The Bank of England has increased interest rates by half a percentage point from 1.25% to 1.75%.
The move is the largest single increase for 27 years and is an attempt to slow down the rate at which prices are rising.
Why have interest rates gone up and why is inflation so high?
Higher energy prices are one of the main reasons why inflation is so high. The Bank of England says price rises across all sectors will push inflation even higher over the next few months, to around 13%.
Parliament tasks The Bank of England with keeping the rate of inflation at 2%. Putting up interest rates is the main thing it can do to stop prices rising so fast and bring down the rate of inflation. The Bank of England rate often influences the rates charged by lenders and paid to savers.
How do the changes impact your savings?
The Bank’s decisions also affect the interest rates people earn on their savings.
Individual banks usually pass on at least part of any interest rate rises – giving savers a higher return on their money.
However, for people putting money away, interest rates are not keeping up with rising prices.
How do the changes impact your mortgage?
If you have a loan or mortgage that charges you a variable interest rate, you might find that the cost of your repayments goes up.
If you’re on a fixed rate you won’t see any change until the end of your fixed period.
It’s important to understand how a change in interest rates could impact your ability to pay. You can use a mortgage calculator to work out how your monthly payments might be affected.
How do the changes impact your general expenses?
Higher interest rates make it more expensive for people to borrow money and they also encourage people to save. The result is that, overall, people will tend to spend less. If people spend less on goods and services overall, then the price of those things tends to rise more slowly. Slower price rises mean a lower rate of inflation.
PayPlan is here to support you during the cost-of-living crisis
With bills increasing, along with food prices and fuel costs rising too, it’s understandable many people are wondering how they’re going to make ends meet.
For most people these increases in day-to-day costs will have a far bigger impact than the rise in interest rates. We’d encourage everyone to head over to our Financial Wellbeing hub which has a range of money management tips and information about looking after your financial wellbeing.
It isn’t just household budgets that are suffering. The worry and stress of struggling to keep up with changing costs is having a very real impact on mental wellbeing too.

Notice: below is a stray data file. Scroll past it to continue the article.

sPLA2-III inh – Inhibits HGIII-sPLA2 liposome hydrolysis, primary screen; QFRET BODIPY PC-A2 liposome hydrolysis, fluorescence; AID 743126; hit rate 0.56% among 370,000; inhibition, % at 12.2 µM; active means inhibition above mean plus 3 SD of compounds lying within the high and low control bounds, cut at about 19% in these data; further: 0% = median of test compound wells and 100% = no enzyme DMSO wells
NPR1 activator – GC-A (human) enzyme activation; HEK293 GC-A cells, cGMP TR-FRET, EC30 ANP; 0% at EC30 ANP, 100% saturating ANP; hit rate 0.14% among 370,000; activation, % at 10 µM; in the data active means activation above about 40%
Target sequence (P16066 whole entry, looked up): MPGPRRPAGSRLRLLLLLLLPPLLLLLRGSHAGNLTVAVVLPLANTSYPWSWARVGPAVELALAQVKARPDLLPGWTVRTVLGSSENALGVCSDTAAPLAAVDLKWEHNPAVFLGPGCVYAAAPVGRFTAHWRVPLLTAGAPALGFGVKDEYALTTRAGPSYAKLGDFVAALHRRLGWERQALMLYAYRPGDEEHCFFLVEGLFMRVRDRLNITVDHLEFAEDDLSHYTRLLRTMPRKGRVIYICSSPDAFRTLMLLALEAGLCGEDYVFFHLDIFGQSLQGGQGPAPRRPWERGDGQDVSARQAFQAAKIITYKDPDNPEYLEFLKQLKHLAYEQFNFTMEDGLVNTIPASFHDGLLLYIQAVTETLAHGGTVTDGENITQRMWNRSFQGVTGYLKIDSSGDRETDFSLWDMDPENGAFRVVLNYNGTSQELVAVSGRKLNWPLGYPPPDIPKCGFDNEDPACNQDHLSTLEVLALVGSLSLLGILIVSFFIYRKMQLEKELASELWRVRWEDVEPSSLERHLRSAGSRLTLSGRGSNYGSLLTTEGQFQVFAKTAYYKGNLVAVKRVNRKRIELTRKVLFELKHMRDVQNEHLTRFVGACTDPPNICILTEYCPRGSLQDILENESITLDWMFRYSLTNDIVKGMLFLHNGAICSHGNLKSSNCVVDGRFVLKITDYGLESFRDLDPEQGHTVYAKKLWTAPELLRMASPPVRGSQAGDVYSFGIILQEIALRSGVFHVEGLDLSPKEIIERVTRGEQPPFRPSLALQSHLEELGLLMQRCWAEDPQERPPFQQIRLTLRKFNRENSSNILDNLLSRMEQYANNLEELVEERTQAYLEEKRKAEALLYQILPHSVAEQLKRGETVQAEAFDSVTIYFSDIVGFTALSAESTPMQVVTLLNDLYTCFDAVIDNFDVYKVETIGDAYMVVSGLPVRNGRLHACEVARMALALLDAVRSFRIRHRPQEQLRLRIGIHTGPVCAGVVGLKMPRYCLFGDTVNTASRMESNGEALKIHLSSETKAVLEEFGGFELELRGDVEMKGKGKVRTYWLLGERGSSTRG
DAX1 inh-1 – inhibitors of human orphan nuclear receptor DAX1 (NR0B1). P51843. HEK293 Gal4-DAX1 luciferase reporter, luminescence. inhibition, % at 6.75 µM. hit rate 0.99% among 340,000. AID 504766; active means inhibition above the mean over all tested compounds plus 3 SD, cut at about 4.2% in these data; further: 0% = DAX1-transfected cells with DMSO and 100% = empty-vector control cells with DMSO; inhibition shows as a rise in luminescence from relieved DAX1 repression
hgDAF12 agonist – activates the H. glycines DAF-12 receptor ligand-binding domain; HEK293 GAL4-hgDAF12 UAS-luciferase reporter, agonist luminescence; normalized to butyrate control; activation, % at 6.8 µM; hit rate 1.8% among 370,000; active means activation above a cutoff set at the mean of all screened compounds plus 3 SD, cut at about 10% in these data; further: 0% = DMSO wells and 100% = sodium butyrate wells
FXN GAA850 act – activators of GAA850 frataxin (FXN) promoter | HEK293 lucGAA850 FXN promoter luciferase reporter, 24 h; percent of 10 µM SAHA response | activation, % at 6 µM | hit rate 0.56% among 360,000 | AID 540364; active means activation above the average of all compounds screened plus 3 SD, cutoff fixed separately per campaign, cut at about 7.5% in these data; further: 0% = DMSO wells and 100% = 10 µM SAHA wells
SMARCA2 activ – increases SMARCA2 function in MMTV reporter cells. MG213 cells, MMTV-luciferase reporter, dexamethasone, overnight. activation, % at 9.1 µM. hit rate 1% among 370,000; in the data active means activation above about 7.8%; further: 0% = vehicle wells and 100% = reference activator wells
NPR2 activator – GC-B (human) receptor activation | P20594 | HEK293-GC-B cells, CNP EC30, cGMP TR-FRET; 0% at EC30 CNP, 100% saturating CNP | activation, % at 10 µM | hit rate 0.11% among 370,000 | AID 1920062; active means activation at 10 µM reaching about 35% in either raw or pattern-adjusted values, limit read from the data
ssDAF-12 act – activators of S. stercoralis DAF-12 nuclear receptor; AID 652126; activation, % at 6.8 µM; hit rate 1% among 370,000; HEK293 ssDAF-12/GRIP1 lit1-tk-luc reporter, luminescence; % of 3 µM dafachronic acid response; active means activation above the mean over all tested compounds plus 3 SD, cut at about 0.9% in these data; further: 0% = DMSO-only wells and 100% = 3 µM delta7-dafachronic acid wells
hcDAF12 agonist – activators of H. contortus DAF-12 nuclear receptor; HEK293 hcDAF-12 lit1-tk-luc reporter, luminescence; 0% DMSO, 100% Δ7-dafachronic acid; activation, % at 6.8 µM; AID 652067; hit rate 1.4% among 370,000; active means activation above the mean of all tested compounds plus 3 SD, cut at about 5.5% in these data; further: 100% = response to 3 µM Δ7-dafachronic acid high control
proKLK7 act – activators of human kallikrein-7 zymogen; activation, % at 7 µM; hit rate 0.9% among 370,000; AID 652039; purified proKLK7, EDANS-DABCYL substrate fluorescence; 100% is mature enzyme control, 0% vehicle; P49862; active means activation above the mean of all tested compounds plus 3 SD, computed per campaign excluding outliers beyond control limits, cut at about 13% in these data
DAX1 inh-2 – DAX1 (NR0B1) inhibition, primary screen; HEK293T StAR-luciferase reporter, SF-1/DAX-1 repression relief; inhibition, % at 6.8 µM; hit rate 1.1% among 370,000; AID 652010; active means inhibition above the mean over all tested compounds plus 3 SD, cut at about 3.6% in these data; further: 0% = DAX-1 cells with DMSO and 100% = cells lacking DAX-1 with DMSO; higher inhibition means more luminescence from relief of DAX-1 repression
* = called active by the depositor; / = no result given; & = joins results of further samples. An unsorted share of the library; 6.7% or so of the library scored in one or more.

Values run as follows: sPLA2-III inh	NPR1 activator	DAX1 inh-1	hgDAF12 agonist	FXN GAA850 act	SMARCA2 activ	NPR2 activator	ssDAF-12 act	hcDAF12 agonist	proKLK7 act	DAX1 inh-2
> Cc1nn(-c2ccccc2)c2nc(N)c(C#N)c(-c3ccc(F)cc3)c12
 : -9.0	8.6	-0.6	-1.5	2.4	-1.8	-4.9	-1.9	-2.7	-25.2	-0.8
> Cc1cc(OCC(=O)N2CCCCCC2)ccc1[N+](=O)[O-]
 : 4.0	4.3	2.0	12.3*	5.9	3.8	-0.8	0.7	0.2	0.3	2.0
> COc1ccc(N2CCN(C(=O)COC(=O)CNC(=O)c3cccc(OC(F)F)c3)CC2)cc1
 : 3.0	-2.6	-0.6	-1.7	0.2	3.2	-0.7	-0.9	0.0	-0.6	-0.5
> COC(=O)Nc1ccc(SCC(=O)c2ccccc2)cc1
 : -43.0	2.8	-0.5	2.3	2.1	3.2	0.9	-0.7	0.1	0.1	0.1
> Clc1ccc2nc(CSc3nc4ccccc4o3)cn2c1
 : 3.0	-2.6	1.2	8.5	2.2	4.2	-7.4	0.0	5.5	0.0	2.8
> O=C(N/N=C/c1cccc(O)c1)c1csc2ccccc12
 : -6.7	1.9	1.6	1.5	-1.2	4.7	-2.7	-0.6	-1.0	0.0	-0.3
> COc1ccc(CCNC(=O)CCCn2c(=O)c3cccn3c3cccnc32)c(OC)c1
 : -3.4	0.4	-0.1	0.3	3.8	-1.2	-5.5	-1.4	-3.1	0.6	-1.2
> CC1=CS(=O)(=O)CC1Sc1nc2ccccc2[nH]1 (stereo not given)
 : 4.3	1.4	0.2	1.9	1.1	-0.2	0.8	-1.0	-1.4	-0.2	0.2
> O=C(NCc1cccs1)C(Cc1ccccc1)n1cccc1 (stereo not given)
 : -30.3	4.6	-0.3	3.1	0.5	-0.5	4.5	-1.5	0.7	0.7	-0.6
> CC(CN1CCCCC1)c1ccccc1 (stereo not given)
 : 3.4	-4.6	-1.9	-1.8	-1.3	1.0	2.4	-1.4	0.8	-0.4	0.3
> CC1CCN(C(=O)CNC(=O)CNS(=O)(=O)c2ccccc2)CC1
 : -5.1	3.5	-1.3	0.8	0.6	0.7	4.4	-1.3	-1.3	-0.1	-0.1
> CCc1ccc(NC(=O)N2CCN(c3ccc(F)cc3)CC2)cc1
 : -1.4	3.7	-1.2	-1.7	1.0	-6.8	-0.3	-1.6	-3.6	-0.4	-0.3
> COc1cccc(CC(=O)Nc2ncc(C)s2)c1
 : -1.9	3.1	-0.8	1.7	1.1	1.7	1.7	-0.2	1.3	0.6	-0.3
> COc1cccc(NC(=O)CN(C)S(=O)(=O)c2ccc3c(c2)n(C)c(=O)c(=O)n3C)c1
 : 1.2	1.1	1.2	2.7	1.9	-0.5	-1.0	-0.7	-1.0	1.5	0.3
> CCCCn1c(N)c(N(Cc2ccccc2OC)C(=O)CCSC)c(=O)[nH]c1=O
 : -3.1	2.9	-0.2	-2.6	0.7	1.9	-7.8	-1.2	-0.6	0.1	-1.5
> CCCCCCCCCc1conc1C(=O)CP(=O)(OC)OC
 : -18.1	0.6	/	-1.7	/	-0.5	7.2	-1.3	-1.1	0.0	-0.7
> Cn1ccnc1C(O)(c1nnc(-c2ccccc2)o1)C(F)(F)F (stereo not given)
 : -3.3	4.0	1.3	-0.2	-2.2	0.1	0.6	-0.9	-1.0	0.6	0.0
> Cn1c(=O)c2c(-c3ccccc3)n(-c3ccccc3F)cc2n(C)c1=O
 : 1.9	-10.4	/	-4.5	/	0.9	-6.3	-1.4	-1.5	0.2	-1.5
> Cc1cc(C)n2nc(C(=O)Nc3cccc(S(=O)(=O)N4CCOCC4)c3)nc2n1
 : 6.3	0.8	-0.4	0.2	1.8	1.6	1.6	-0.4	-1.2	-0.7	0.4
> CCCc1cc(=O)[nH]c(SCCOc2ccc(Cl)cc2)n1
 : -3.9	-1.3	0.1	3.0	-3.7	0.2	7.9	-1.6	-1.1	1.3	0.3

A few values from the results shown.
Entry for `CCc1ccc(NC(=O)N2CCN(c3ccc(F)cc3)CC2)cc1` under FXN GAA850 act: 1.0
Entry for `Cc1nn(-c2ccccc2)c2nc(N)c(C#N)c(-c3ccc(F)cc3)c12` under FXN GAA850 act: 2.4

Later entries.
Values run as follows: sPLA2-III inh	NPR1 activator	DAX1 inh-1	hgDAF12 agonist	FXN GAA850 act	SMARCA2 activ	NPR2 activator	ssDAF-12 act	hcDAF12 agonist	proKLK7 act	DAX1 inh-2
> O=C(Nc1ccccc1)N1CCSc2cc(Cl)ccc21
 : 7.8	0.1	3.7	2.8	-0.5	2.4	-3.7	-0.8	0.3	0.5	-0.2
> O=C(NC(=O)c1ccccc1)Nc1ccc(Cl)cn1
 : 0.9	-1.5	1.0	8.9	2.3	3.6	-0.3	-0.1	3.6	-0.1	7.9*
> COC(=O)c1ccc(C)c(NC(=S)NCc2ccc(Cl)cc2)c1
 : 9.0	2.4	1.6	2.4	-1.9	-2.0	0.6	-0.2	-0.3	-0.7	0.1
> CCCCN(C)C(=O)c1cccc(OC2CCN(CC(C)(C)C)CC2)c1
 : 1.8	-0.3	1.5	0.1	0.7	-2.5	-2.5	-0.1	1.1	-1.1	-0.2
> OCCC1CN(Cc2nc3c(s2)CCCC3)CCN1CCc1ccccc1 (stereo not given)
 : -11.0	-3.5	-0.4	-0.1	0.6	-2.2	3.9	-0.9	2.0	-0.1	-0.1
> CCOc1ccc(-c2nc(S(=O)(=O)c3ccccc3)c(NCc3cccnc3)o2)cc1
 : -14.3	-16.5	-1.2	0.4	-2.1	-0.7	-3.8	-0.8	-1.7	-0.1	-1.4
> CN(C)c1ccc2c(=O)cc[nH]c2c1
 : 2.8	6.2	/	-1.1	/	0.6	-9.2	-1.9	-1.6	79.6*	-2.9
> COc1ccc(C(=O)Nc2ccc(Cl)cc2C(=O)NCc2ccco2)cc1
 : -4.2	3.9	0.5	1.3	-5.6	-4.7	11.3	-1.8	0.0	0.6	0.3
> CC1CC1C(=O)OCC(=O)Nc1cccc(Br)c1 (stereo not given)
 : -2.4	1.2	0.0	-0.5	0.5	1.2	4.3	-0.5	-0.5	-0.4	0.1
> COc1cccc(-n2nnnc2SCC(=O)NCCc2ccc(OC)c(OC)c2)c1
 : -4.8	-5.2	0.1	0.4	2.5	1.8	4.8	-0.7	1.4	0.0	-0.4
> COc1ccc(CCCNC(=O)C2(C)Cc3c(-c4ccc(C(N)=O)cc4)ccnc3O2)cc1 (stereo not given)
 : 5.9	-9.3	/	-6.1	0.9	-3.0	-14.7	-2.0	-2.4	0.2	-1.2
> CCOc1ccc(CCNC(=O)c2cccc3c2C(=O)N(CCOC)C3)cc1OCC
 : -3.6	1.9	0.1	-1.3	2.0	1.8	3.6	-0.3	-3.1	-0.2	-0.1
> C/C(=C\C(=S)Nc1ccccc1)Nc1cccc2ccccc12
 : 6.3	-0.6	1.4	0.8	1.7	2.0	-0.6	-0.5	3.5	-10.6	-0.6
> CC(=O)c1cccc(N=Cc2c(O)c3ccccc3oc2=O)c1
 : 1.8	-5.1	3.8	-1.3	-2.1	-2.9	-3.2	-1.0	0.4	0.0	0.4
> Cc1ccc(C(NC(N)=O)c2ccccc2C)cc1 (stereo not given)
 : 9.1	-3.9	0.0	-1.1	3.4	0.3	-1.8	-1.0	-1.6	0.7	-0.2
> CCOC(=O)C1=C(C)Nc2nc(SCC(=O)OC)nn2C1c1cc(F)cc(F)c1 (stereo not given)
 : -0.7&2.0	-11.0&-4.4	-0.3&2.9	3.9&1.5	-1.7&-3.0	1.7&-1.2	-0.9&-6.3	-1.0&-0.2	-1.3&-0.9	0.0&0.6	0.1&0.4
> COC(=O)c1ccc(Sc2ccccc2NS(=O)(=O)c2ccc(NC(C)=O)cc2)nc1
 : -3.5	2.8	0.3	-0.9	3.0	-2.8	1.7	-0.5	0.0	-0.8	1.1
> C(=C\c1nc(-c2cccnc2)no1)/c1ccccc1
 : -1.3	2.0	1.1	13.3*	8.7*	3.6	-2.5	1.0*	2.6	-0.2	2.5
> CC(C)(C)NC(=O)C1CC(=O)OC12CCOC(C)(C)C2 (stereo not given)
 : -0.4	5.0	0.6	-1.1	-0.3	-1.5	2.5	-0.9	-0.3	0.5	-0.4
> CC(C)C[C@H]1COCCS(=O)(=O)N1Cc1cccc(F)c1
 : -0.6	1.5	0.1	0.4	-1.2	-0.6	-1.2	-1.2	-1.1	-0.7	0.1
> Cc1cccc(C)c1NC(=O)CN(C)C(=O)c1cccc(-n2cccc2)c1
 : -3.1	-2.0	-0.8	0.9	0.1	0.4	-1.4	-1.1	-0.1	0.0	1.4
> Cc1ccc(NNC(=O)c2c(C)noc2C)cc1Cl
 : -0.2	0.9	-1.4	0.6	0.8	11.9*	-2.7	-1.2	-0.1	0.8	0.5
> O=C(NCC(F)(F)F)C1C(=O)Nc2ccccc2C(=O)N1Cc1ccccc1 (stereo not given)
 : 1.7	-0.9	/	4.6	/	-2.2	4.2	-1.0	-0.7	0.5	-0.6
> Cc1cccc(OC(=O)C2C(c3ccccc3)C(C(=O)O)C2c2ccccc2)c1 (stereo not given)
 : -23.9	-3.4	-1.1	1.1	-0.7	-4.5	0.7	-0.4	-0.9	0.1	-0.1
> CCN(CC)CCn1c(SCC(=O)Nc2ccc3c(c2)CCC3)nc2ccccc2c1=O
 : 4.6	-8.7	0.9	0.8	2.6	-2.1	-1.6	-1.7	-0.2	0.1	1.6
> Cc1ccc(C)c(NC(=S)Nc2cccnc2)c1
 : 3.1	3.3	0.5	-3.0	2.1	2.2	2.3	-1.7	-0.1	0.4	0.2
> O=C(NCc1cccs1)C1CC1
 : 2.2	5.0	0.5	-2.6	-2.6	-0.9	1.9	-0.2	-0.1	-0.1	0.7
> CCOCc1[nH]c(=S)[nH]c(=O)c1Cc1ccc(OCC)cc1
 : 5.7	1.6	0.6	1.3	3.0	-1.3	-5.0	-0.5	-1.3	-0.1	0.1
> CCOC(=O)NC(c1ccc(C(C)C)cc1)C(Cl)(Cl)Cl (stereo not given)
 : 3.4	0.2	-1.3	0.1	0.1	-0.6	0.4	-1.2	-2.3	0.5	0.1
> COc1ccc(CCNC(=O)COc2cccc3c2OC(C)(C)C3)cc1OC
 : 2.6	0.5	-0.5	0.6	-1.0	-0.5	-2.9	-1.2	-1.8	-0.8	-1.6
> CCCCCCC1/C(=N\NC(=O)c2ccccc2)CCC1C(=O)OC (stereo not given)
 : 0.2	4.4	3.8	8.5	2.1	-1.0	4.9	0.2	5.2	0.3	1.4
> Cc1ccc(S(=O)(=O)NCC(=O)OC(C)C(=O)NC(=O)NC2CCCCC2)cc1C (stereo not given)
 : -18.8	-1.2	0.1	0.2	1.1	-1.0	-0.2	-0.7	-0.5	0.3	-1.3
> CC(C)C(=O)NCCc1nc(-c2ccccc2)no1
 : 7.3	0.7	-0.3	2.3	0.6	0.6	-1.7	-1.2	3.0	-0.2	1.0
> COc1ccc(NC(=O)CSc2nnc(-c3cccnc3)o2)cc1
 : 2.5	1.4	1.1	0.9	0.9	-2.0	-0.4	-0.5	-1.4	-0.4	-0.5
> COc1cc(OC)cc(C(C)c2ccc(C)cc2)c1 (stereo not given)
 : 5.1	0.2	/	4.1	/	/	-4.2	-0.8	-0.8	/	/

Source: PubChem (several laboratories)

Where should I go if worrying about money is impacting my mental health?
The thought of talking about your debts or money worries for the first time can be really daunting, especially when you’re not sure where to go or who to turn to for support.
With 30 years’ experience as one of the leading providers of free debt advice, we’ve found during this time that there’s often a strong link between financial wellbeing and mental wellbeing – and dealing with one can often help the other.
Helping people get their finances back on track with free debt advice and suitable solutions is our bread and butter, but our help doesn’t stop there. We also ensure, at the same time, you receive the additional support you need when it comes to improving your overall wellbeing too.
Everyone’s situation is different – and we all have unique needs. That’s why we work closely with a wide range of support organisations to ensure you get the tailored help you need, when you need it.
Whatever your situation, it’s important to us that you feel supported every step of the way, not just with your debts, but your bigger wellbeing picture too. Some of the charities and organisations we partner with to provide holistic support include Bipolar UK and Samaritans [for mental health support], GamCare [for support with gambling-related financial harm], Refuge and Broxtowe Women’s Project [for support with domestic abuse] and many more.
Communicate with us in a way that suits you
We offer a range of communication channels to ensure you can reach us in the way that’s most convenient to you – so whether it’s talking over the phone, email, or live chat, we’re able to help you tackle your debts in whatever way suits you.
The sooner you get in touch, the sooner we can help.
You can also find us on Facebook and join our community of people who want to become debt-free.